The global crypto market has tanked below one trillion dollars (£820 billion) for the first time since January 2021.
According to data from CoinMarketCap, Bitcoin is down 13 percent over the past 24 hours and Ethereum is down 16 percent.
The trend marks the twelfth consecutive week – apart from some minor respite in week ten – of price losses for Bitcoin, something the market has never seen before.
Falling from nearly £40,000 in March, the top cryptocurrency now has a valuation just shy of £20,000.
Ethereum is trading at £970, a 75 percent decrease from its all-time high of £4,020.
Whilst May initially showed signs of a flattening decline, concerns over fresh US inflation data have reignited market fears.
The United States now faces inflation of 8.6 percent, surpassing expectations that it would decline by 0.1 of a percent from April’s 8.3 percent.
In the UK, the situation is even worse at 9 percent, and markets around the world are feeling the repercussions. Over the past five days, Japan’s Nikkei 225 has fallen by 3.5 percent, India’s Sensex by 4 percent, and the S&P 500 by 5.5 percent.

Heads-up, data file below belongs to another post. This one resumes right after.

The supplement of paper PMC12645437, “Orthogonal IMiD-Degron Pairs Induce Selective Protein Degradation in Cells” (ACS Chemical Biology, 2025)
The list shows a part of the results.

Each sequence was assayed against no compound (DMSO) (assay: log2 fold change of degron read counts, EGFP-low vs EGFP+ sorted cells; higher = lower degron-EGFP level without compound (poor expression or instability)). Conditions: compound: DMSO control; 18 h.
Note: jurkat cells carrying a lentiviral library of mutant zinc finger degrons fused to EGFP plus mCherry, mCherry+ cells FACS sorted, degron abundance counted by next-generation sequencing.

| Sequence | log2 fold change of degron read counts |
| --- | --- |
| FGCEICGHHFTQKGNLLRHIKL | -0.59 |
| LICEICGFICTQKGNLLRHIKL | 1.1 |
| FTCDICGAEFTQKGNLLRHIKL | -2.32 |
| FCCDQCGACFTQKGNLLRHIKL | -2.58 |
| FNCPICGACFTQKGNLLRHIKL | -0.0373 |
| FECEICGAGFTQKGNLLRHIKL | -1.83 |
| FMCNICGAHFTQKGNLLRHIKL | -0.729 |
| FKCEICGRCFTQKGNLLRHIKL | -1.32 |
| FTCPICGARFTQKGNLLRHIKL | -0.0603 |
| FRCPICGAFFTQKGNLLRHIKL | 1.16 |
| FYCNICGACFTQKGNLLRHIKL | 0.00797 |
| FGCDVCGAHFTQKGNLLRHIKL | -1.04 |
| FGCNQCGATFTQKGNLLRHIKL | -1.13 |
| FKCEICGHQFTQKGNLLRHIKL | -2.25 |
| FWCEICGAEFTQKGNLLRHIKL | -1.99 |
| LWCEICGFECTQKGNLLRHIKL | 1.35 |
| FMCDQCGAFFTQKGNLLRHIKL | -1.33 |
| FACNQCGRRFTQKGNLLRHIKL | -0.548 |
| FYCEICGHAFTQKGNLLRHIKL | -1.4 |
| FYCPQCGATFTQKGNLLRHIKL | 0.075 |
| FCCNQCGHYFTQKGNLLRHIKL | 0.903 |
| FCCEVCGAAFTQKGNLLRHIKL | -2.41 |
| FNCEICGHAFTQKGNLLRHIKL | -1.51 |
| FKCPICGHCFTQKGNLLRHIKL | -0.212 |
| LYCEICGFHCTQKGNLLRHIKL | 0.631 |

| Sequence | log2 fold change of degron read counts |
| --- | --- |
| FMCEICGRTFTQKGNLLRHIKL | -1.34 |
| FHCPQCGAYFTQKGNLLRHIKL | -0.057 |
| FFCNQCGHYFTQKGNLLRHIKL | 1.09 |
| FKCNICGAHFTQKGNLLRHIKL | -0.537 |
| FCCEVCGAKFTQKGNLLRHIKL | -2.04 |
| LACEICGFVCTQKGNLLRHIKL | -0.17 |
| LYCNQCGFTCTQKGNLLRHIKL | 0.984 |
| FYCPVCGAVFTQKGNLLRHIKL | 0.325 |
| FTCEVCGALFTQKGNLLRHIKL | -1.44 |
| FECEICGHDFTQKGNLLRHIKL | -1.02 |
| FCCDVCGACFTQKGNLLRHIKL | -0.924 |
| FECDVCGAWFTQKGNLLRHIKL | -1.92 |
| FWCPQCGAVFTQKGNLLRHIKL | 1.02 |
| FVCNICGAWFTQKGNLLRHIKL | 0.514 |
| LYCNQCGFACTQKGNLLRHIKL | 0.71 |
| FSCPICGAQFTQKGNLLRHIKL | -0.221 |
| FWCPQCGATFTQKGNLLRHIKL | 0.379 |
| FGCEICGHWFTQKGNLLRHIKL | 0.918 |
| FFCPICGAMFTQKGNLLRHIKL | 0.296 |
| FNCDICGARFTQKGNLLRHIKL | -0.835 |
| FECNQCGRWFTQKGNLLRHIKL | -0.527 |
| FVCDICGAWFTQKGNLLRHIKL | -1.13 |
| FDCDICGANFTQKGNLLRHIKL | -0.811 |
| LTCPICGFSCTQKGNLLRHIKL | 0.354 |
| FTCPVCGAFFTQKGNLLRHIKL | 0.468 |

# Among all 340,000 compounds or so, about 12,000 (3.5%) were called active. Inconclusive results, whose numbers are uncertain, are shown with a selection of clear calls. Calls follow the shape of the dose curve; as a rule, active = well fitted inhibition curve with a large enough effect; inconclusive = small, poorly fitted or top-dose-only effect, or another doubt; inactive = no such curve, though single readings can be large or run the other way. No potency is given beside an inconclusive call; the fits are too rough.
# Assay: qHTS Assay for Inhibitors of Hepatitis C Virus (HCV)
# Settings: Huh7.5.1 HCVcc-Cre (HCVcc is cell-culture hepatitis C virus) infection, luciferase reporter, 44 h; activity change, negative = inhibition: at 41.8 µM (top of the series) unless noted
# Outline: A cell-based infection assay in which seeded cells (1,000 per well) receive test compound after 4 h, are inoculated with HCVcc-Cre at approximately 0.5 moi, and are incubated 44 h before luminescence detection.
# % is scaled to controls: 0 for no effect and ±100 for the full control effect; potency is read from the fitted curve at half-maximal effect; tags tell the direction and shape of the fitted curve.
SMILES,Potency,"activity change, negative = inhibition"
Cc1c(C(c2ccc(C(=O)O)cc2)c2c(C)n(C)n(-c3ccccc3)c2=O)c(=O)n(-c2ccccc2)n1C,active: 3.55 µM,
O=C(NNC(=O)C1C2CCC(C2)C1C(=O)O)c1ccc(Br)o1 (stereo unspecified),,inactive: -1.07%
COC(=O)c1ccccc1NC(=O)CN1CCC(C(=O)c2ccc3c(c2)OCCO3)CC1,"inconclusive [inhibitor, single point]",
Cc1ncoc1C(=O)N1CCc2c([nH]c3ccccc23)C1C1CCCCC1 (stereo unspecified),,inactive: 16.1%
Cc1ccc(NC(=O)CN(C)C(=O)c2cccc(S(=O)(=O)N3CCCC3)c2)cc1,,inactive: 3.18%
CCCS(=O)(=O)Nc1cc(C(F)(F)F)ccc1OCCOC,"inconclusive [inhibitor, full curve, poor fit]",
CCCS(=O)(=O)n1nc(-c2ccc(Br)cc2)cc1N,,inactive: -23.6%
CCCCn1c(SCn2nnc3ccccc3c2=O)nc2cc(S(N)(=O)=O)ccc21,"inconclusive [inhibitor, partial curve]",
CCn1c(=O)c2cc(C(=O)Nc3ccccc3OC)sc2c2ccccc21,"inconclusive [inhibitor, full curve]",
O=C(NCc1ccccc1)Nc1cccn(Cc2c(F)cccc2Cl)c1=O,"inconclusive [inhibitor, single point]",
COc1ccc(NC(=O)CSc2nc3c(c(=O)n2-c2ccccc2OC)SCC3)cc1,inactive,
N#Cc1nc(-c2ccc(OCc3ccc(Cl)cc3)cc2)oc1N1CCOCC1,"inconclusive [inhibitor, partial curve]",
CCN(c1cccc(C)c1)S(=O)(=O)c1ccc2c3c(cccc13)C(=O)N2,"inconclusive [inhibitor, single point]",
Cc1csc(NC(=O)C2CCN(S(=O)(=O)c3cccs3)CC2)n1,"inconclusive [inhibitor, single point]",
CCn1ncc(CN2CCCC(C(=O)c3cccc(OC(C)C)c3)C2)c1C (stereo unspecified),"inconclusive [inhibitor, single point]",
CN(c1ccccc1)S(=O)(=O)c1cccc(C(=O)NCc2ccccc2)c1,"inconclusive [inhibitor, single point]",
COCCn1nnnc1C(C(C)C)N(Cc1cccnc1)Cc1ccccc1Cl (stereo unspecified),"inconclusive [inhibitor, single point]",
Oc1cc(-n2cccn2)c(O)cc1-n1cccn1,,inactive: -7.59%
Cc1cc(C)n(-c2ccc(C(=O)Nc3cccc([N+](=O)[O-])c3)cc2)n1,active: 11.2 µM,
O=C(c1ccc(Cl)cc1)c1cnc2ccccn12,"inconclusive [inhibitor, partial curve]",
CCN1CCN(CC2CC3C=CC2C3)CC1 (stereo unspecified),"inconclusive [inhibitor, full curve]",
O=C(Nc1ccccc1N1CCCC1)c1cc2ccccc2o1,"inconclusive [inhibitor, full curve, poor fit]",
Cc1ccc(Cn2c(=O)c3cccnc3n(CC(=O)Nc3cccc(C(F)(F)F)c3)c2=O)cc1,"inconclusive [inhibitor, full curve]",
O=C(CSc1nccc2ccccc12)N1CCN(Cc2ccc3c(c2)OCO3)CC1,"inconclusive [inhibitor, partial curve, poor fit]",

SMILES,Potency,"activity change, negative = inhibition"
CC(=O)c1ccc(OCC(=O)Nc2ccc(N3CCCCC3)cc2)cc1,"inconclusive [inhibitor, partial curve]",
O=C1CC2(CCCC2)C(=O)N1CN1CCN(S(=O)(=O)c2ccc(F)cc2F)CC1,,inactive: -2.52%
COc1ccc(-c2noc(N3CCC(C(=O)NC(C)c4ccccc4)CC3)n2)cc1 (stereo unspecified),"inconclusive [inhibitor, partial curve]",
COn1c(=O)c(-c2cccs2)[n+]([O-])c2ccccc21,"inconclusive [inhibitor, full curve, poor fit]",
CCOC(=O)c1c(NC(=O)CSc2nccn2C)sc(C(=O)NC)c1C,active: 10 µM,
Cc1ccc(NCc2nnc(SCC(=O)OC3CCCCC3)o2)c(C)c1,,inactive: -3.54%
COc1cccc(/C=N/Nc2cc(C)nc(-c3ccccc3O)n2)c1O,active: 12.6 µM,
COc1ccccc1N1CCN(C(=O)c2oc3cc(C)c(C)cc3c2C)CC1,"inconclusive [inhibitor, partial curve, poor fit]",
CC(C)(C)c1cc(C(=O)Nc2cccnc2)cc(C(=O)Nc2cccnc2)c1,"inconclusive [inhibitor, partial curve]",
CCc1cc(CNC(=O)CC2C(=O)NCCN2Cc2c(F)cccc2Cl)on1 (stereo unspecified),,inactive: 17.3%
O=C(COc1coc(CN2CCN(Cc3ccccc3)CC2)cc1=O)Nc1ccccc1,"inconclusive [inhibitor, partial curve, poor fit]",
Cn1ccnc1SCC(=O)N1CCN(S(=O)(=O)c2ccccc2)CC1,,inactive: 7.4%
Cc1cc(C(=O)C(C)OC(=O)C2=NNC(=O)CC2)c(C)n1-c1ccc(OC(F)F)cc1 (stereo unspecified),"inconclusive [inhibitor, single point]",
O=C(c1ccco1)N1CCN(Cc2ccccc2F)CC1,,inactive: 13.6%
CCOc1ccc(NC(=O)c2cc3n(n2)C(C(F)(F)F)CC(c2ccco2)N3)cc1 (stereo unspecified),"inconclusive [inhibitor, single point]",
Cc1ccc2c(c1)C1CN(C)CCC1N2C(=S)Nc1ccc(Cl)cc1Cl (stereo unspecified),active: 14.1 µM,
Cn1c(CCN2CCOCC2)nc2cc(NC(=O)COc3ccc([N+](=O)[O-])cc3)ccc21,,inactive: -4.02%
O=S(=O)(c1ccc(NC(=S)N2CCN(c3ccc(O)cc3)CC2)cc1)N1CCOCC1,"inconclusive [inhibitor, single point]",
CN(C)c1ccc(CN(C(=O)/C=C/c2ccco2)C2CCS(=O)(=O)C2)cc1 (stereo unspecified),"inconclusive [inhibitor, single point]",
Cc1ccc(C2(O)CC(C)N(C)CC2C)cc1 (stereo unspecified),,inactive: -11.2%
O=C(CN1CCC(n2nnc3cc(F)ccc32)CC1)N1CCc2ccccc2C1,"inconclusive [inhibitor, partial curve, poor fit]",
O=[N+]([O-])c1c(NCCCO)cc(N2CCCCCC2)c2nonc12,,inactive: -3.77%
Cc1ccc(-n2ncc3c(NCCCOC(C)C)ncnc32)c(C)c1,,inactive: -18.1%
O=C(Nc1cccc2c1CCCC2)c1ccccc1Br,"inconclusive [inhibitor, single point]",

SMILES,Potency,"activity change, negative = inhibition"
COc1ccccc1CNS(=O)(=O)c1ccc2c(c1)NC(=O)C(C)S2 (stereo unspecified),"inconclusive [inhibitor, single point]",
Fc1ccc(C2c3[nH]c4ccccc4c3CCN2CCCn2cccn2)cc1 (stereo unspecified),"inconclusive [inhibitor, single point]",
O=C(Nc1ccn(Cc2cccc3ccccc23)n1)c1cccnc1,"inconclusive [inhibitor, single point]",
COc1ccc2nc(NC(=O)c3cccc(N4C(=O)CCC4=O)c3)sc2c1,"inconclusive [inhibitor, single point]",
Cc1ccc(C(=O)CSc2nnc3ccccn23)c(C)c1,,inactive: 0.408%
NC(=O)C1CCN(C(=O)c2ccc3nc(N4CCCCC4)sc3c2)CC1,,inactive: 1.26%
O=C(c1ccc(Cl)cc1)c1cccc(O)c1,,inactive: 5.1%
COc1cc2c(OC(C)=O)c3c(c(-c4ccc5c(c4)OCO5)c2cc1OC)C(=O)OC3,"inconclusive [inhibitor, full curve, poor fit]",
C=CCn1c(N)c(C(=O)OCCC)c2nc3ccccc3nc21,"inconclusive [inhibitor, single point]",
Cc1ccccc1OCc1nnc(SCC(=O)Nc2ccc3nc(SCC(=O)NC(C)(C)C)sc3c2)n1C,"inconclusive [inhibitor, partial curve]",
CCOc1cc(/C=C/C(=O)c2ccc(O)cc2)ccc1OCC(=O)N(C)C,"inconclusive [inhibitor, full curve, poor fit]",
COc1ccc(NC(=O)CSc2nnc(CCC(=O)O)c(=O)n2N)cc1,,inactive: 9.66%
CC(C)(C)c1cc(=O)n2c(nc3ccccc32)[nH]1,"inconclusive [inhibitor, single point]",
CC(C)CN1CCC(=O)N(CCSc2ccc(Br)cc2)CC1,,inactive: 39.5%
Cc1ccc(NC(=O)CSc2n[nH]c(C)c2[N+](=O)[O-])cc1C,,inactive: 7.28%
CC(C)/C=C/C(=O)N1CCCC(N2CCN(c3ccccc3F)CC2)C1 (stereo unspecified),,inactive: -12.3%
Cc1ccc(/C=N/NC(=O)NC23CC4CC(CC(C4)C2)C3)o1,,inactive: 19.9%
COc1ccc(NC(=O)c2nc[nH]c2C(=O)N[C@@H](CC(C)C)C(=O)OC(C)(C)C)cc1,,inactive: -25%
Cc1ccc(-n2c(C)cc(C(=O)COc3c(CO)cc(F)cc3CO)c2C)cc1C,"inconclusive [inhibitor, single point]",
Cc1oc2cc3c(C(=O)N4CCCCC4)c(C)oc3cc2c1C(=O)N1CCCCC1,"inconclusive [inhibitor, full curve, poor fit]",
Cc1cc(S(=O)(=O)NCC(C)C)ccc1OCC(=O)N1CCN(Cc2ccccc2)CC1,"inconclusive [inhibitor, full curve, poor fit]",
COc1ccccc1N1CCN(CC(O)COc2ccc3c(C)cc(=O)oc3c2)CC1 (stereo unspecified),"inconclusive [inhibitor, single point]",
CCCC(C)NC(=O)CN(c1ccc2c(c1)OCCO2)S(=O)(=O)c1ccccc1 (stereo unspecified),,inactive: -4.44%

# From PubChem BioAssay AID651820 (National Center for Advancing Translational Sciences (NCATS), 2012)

According to price chart analysis, Bitcoin was holding out at the £24,000 mark, but the fall below that level means a key price level to look out for is the crypto’s 2017 high of £16,000.
Within the web3 space, the crypto lending service Celsius paused withdrawals on 13 June in response to “extreme market conditions”. Such a decision has led to community speculation that the company lacks the liquidity to pay out its depositors.
The company announced it has also paused its swap and transfer products. It has not provided a timeline for resuming withdrawals.
Want to learn more about blockchain from industry leaders? Check out Blockchain Expo taking place in Amsterdam, California and London.
Explore other upcoming enterprise technology events and webinars powered by TechForge here.